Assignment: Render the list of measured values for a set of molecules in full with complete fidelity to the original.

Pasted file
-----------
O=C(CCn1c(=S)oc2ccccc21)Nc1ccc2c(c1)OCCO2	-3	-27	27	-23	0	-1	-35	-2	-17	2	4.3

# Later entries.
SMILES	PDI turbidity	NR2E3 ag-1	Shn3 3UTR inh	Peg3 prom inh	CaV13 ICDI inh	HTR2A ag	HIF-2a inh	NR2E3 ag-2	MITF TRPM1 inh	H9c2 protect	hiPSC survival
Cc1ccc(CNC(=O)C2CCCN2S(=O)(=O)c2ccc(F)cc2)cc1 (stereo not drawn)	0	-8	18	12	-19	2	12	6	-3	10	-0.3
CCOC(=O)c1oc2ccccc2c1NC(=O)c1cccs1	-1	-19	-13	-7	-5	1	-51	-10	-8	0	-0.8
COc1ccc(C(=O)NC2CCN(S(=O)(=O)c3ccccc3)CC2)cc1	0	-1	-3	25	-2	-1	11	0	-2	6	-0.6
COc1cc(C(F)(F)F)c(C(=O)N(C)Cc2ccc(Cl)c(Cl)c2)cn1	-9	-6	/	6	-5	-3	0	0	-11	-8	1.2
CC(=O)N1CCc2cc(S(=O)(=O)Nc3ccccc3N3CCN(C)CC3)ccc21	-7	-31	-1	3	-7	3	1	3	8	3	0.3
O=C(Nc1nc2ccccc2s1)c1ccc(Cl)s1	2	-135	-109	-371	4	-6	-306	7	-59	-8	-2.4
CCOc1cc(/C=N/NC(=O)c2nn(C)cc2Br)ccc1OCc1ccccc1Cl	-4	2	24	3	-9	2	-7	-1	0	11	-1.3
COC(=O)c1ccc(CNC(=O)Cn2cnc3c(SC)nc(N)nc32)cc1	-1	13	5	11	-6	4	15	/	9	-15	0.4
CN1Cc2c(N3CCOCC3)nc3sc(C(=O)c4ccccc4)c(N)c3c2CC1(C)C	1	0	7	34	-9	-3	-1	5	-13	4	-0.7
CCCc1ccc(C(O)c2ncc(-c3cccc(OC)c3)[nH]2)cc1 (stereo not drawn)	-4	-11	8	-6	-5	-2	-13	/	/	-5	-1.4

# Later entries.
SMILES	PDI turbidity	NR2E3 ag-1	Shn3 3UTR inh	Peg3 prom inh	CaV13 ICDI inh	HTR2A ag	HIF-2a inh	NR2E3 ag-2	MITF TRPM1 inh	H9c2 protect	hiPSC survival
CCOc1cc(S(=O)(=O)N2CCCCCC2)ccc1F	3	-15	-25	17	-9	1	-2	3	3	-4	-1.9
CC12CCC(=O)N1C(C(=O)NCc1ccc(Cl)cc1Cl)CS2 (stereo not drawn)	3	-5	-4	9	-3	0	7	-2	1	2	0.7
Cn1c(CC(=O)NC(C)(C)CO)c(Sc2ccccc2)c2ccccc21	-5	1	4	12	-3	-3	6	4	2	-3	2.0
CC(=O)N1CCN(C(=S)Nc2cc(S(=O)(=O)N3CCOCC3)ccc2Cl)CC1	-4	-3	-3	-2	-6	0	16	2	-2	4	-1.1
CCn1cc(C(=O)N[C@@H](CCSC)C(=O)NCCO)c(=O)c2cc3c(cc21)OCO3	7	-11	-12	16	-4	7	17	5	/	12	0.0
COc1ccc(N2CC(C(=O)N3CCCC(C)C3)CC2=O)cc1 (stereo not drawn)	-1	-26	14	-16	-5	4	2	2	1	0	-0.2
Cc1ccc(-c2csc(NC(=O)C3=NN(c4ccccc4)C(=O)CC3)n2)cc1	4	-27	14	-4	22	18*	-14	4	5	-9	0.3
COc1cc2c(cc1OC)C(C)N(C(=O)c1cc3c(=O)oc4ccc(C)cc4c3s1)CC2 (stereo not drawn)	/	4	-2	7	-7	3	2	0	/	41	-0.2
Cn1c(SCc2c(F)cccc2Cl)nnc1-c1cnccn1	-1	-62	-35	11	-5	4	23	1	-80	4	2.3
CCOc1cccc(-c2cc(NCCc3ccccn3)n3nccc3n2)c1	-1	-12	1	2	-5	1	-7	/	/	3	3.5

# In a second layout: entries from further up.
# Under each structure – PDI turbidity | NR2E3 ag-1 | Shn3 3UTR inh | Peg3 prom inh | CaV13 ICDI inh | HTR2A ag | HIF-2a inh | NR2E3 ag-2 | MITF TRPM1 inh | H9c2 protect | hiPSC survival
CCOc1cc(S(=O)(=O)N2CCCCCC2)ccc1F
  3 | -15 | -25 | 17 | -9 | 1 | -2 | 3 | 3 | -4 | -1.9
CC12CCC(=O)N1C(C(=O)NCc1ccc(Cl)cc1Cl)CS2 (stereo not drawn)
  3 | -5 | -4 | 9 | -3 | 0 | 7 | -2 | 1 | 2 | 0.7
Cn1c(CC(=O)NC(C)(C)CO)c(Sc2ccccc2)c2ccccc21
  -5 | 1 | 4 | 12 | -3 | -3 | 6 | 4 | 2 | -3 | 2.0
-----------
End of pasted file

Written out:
O=C(CCn1c(=S)oc2ccccc21)Nc1ccc2c(c1)OCCO2	-3	-27	27	-23	0	-1	-35	-2	-17	2	4.3

# Later entries.
SMILES	PDI turbidity	NR2E3 ag-1	Shn3 3UTR inh	Peg3 prom inh	CaV13 ICDI inh	HTR2A ag	HIF-2a inh	NR2E3 ag-2	MITF TRPM1 inh	H9c2 protect	hiPSC survival
Cc1ccc(CNC(=O)C2CCCN2S(=O)(=O)c2ccc(F)cc2)cc1 (stereo not drawn)	0	-8	18	12	-19	2	12	6	-3	10	-0.3
CCOC(=O)c1oc2ccccc2c1NC(=O)c1cccs1	-1	-19	-13	-7	-5	1	-51	-10	-8	0	-0.8
COc1ccc(C(=O)NC2CCN(S(=O)(=O)c3ccccc3)CC2)cc1	0	-1	-3	25	-2	-1	11	0	-2	6	-0.6
COc1cc(C(F)(F)F)c(C(=O)N(C)Cc2ccc(Cl)c(Cl)c2)cn1	-9	-6	/	6	-5	-3	0	0	-11	-8	1.2
CC(=O)N1CCc2cc(S(=O)(=O)Nc3ccccc3N3CCN(C)CC3)ccc21	-7	-31	-1	3	-7	3	1	3	8	3	0.3
O=C(Nc1nc2ccccc2s1)c1ccc(Cl)s1	2	-135	-109	-371	4	-6	-306	7	-59	-8	-2.4
CCOc1cc(/C=N/NC(=O)c2nn(C)cc2Br)ccc1OCc1ccccc1Cl	-4	2	24	3	-9	2	-7	-1	0	11	-1.3
COC(=O)c1ccc(CNC(=O)Cn2cnc3c(SC)nc(N)nc32)cc1	-1	13	5	11	-6	4	15	/	9	-15	0.4
CN1Cc2c(N3CCOCC3)nc3sc(C(=O)c4ccccc4)c(N)c3c2CC1(C)C	1	0	7	34	-9	-3	-1	5	-13	4	-0.7
CCCc1ccc(C(O)c2ncc(-c3cccc(OC)c3)[nH]2)cc1 (stereo not drawn)	-4	-11	8	-6	-5	-2	-13	/	/	-5	-1.4

# Later entries.
SMILES	PDI turbidity	NR2E3 ag-1	Shn3 3UTR inh	Peg3 prom inh	CaV13 ICDI inh	HTR2A ag	HIF-2a inh	NR2E3 ag-2	MITF TRPM1 inh	H9c2 protect	hiPSC survival
CCOc1cc(S(=O)(=O)N2CCCCCC2)ccc1F	3	-15	-25	17	-9	1	-2	3	3	-4	-1.9
CC12CCC(=O)N1C(C(=O)NCc1ccc(Cl)cc1Cl)CS2 (stereo not drawn)	3	-5	-4	9	-3	0	7	-2	1	2	0.7
Cn1c(CC(=O)NC(C)(C)CO)c(Sc2ccccc2)c2ccccc21	-5	1	4	12	-3	-3	6	4	2	-3	2.0
CC(=O)N1CCN(C(=S)Nc2cc(S(=O)(=O)N3CCOCC3)ccc2Cl)CC1	-4	-3	-3	-2	-6	0	16	2	-2	4	-1.1
CCn1cc(C(=O)N[C@@H](CCSC)C(=O)NCCO)c(=O)c2cc3c(cc21)OCO3	7	-11	-12	16	-4	7	17	5	/	12	0.0
COc1ccc(N2CC(C(=O)N3CCCC(C)C3)CC2=O)cc1 (stereo not drawn)	-1	-26	14	-16	-5	4	2	2	1	0	-0.2
Cc1ccc(-c2csc(NC(=O)C3=NN(c4ccccc4)C(=O)CC3)n2)cc1	4	-27	14	-4	22	18*	-14	4	5	-9	0.3
COc1cc2c(cc1OC)C(C)N(C(=O)c1cc3c(=O)oc4ccc(C)cc4c3s1)CC2 (stereo not drawn)	/	4	-2	7	-7	3	2	0	/	41	-0.2
Cn1c(SCc2c(F)cccc2Cl)nnc1-c1cnccn1	-1	-62	-35	11	-5	4	23	1	-80	4	2.3
CCOc1cccc(-c2cc(NCCc3ccccn3)n3nccc3n2)c1	-1	-12	1	2	-5	1	-7	/	/	3	3.5

# In a second layout: entries from further up.
# Under each structure – PDI turbidity | NR2E3 ag-1 | Shn3 3UTR inh | Peg3 prom inh | CaV13 ICDI inh | HTR2A ag | HIF-2a inh | NR2E3 ag-2 | MITF TRPM1 inh | H9c2 protect | hiPSC survival
CCOc1cc(S(=O)(=O)N2CCCCCC2)ccc1F
  3 | -15 | -25 | 17 | -9 | 1 | -2 | 3 | 3 | -4 | -1.9
CC12CCC(=O)N1C(C(=O)NCc1ccc(Cl)cc1Cl)CS2 (stereo not drawn)
  3 | -5 | -4 | 9 | -3 | 0 | 7 | -2 | 1 | 2 | 0.7
Cn1c(CC(=O)NC(C)(C)CO)c(Sc2ccccc2)c2ccccc21
  -5 | 1 | 4 | 12 | -3 | -3 | 6 | 4 | 2 | -3 | 2.0